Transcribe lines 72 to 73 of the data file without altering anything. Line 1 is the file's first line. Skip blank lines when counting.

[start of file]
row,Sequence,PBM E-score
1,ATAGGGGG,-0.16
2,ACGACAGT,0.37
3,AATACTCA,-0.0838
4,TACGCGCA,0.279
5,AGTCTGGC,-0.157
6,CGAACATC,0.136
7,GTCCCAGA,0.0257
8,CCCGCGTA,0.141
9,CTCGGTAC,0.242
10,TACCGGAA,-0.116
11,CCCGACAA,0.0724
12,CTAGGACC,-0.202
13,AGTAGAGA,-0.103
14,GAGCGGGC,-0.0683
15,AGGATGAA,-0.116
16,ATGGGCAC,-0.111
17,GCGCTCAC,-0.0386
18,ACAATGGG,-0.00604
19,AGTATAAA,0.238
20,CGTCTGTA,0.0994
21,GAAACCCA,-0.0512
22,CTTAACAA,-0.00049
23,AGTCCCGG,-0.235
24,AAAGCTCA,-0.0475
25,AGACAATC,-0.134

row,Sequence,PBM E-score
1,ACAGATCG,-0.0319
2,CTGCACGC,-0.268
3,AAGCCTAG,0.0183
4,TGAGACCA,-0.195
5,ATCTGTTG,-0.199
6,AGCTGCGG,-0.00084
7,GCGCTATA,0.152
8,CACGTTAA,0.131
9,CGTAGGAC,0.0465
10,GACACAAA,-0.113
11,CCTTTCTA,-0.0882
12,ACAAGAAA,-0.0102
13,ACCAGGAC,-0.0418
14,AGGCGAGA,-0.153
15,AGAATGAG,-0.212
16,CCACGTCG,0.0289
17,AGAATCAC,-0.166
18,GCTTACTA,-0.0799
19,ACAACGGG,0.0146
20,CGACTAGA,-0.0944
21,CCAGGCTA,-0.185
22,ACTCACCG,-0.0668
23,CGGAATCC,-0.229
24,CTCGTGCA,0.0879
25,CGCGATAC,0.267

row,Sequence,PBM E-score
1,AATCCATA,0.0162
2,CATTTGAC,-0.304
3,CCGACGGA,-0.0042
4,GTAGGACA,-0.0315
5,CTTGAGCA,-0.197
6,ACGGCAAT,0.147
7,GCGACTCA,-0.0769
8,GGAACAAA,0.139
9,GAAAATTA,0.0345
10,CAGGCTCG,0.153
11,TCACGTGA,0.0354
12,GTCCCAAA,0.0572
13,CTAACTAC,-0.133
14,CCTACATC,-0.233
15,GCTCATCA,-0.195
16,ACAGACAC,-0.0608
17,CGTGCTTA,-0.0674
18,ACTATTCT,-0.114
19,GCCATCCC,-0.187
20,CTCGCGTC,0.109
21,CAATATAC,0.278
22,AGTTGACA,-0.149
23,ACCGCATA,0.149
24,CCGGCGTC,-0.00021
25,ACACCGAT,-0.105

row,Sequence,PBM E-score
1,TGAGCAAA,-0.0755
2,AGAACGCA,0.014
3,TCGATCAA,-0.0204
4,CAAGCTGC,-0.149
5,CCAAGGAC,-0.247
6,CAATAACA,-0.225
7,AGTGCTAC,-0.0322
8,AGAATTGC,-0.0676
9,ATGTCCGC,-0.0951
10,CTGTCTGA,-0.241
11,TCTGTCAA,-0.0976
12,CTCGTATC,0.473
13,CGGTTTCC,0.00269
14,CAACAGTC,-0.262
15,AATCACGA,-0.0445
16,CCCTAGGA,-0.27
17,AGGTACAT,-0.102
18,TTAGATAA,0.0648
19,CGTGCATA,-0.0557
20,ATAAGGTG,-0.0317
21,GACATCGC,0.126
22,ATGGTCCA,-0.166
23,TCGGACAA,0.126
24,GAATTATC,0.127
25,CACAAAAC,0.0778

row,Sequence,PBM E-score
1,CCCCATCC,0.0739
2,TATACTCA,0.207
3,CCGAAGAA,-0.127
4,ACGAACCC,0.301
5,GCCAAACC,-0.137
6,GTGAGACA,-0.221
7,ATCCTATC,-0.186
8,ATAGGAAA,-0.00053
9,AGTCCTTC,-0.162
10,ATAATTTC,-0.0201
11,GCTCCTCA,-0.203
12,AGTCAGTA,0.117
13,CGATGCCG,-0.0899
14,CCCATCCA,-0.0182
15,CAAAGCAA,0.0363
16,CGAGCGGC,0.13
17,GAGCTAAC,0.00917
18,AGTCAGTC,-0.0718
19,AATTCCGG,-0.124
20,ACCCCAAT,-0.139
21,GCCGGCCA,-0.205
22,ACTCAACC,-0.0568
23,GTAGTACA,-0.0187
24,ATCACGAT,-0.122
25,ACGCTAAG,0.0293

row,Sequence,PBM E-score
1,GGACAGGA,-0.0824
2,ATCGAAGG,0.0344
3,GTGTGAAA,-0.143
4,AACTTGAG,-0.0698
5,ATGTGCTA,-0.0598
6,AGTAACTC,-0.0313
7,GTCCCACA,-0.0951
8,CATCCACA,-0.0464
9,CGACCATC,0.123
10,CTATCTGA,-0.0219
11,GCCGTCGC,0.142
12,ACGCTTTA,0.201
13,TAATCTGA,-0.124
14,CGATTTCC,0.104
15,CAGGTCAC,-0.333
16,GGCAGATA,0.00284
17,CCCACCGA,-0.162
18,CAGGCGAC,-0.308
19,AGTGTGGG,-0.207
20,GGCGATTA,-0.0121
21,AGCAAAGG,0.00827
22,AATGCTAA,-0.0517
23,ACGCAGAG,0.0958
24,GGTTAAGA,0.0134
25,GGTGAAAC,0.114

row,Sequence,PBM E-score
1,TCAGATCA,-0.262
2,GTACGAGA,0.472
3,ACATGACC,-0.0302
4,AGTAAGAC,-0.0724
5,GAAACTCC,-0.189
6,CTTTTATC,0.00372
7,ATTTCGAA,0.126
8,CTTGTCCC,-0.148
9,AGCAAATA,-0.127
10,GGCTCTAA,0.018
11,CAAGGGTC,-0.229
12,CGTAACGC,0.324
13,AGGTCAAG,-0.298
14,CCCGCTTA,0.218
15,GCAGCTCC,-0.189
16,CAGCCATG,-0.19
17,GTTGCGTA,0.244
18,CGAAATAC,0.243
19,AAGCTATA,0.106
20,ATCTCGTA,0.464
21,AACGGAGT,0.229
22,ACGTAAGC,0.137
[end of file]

19,GCCATCCC,-0.187
20,CTCGCGTC,0.109